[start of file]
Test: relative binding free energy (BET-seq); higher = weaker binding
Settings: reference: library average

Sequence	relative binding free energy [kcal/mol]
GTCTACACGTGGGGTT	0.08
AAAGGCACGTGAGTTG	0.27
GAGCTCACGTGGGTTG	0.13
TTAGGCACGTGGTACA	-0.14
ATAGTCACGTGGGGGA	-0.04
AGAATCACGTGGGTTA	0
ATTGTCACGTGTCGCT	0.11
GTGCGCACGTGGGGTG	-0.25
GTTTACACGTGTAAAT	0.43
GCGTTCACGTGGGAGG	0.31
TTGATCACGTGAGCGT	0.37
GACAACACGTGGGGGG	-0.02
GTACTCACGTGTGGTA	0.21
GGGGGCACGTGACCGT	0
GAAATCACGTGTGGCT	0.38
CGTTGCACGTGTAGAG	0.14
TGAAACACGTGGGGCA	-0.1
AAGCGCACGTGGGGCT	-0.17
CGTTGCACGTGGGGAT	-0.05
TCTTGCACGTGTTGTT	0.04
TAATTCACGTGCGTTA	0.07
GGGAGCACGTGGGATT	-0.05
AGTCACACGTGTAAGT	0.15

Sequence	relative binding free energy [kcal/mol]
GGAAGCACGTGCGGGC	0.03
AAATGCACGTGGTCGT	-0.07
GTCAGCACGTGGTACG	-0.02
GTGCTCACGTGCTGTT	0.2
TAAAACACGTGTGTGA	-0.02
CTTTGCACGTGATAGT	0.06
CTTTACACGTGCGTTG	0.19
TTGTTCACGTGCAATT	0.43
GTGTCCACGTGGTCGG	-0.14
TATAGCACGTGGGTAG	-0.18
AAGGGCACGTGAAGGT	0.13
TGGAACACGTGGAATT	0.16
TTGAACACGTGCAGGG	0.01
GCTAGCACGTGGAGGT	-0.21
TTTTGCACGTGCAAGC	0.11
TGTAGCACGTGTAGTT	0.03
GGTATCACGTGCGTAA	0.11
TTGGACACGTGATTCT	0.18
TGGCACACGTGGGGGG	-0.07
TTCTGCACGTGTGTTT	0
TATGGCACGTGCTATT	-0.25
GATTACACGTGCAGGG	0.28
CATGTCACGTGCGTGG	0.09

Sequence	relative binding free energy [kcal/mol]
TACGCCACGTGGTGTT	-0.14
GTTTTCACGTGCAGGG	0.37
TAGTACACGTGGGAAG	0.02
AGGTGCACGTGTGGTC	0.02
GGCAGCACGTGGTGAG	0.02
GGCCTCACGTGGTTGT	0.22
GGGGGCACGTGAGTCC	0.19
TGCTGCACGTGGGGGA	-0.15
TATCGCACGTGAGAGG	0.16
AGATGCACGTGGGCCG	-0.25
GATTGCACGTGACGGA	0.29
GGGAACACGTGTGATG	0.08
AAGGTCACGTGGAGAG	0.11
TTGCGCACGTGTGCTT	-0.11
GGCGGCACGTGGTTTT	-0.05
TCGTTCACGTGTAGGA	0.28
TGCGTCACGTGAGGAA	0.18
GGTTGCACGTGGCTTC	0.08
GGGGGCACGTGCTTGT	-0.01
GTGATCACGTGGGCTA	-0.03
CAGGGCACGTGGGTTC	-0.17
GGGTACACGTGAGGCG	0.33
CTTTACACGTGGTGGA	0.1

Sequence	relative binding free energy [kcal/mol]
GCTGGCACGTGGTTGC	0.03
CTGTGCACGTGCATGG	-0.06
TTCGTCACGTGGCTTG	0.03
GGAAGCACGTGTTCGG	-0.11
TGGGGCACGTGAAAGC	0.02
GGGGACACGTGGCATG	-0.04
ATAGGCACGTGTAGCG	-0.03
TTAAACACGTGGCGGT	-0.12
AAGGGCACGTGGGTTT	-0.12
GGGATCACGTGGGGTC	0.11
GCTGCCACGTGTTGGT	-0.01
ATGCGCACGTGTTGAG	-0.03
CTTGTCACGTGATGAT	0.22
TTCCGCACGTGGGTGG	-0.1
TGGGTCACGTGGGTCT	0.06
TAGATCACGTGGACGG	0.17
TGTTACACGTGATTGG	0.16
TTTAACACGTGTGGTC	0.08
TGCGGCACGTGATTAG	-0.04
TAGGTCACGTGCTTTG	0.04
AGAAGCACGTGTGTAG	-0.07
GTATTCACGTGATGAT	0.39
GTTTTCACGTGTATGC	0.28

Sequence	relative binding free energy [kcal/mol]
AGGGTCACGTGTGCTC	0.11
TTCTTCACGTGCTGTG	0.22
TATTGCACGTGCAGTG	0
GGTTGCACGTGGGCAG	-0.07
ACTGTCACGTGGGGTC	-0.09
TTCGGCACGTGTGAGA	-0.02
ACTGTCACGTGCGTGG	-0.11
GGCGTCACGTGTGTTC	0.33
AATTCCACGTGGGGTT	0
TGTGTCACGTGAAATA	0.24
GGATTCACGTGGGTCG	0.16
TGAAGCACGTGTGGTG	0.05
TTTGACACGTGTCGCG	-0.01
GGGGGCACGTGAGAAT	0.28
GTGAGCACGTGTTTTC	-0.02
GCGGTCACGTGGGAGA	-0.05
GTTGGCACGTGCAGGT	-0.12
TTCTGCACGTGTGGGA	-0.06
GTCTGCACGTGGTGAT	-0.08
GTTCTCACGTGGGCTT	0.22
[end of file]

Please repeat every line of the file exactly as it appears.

Test: relative binding free energy (BET-seq); higher = weaker binding
Settings: reference: library average

Sequence	relative binding free energy [kcal/mol]
GTCTACACGTGGGGTT	0.08
AAAGGCACGTGAGTTG	0.27
GAGCTCACGTGGGTTG	0.13
TTAGGCACGTGGTACA	-0.14
ATAGTCACGTGGGGGA	-0.04
AGAATCACGTGGGTTA	0
ATTGTCACGTGTCGCT	0.11
GTGCGCACGTGGGGTG	-0.25
GTTTACACGTGTAAAT	0.43
GCGTTCACGTGGGAGG	0.31
TTGATCACGTGAGCGT	0.37
GACAACACGTGGGGGG	-0.02
GTACTCACGTGTGGTA	0.21
GGGGGCACGTGACCGT	0
GAAATCACGTGTGGCT	0.38
CGTTGCACGTGTAGAG	0.14
TGAAACACGTGGGGCA	-0.1
AAGCGCACGTGGGGCT	-0.17
CGTTGCACGTGGGGAT	-0.05
TCTTGCACGTGTTGTT	0.04
TAATTCACGTGCGTTA	0.07
GGGAGCACGTGGGATT	-0.05
AGTCACACGTGTAAGT	0.15

Sequence	relative binding free energy [kcal/mol]
GGAAGCACGTGCGGGC	0.03
AAATGCACGTGGTCGT	-0.07
GTCAGCACGTGGTACG	-0.02
GTGCTCACGTGCTGTT	0.2
TAAAACACGTGTGTGA	-0.02
CTTTGCACGTGATAGT	0.06
CTTTACACGTGCGTTG	0.19
TTGTTCACGTGCAATT	0.43
GTGTCCACGTGGTCGG	-0.14
TATAGCACGTGGGTAG	-0.18
AAGGGCACGTGAAGGT	0.13
TGGAACACGTGGAATT	0.16
TTGAACACGTGCAGGG	0.01
GCTAGCACGTGGAGGT	-0.21
TTTTGCACGTGCAAGC	0.11
TGTAGCACGTGTAGTT	0.03
GGTATCACGTGCGTAA	0.11
TTGGACACGTGATTCT	0.18
TGGCACACGTGGGGGG	-0.07
TTCTGCACGTGTGTTT	0
TATGGCACGTGCTATT	-0.25
GATTACACGTGCAGGG	0.28
CATGTCACGTGCGTGG	0.09

Sequence	relative binding free energy [kcal/mol]
TACGCCACGTGGTGTT	-0.14
GTTTTCACGTGCAGGG	0.37
TAGTACACGTGGGAAG	0.02
AGGTGCACGTGTGGTC	0.02
GGCAGCACGTGGTGAG	0.02
GGCCTCACGTGGTTGT	0.22
GGGGGCACGTGAGTCC	0.19
TGCTGCACGTGGGGGA	-0.15
TATCGCACGTGAGAGG	0.16
AGATGCACGTGGGCCG	-0.25
GATTGCACGTGACGGA	0.29
GGGAACACGTGTGATG	0.08
AAGGTCACGTGGAGAG	0.11
TTGCGCACGTGTGCTT	-0.11
GGCGGCACGTGGTTTT	-0.05
TCGTTCACGTGTAGGA	0.28
TGCGTCACGTGAGGAA	0.18
GGTTGCACGTGGCTTC	0.08
GGGGGCACGTGCTTGT	-0.01
GTGATCACGTGGGCTA	-0.03
CAGGGCACGTGGGTTC	-0.17
GGGTACACGTGAGGCG	0.33
CTTTACACGTGGTGGA	0.1

Sequence	relative binding free energy [kcal/mol]
GCTGGCACGTGGTTGC	0.03
CTGTGCACGTGCATGG	-0.06
TTCGTCACGTGGCTTG	0.03
GGAAGCACGTGTTCGG	-0.11
TGGGGCACGTGAAAGC	0.02
GGGGACACGTGGCATG	-0.04
ATAGGCACGTGTAGCG	-0.03
TTAAACACGTGGCGGT	-0.12
AAGGGCACGTGGGTTT	-0.12
GGGATCACGTGGGGTC	0.11
GCTGCCACGTGTTGGT	-0.01
ATGCGCACGTGTTGAG	-0.03
CTTGTCACGTGATGAT	0.22
TTCCGCACGTGGGTGG	-0.1
TGGGTCACGTGGGTCT	0.06
TAGATCACGTGGACGG	0.17
TGTTACACGTGATTGG	0.16
TTTAACACGTGTGGTC	0.08
TGCGGCACGTGATTAG	-0.04
TAGGTCACGTGCTTTG	0.04
AGAAGCACGTGTGTAG	-0.07
GTATTCACGTGATGAT	0.39
GTTTTCACGTGTATGC	0.28

Sequence	relative binding free energy [kcal/mol]
AGGGTCACGTGTGCTC	0.11
TTCTTCACGTGCTGTG	0.22
TATTGCACGTGCAGTG	0
GGTTGCACGTGGGCAG	-0.07
ACTGTCACGTGGGGTC	-0.09
TTCGGCACGTGTGAGA	-0.02
ACTGTCACGTGCGTGG	-0.11
GGCGTCACGTGTGTTC	0.33
AATTCCACGTGGGGTT	0
TGTGTCACGTGAAATA	0.24
GGATTCACGTGGGTCG	0.16
TGAAGCACGTGTGGTG	0.05
TTTGACACGTGTCGCG	-0.01
GGGGGCACGTGAGAAT	0.28
GTGAGCACGTGTTTTC	-0.02
GCGGTCACGTGGGAGA	-0.05
GTTGGCACGTGCAGGT	-0.12
TTCTGCACGTGTGGGA	-0.06
GTCTGCACGTGGTGAT	-0.08
GTTCTCACGTGGGCTT	0.22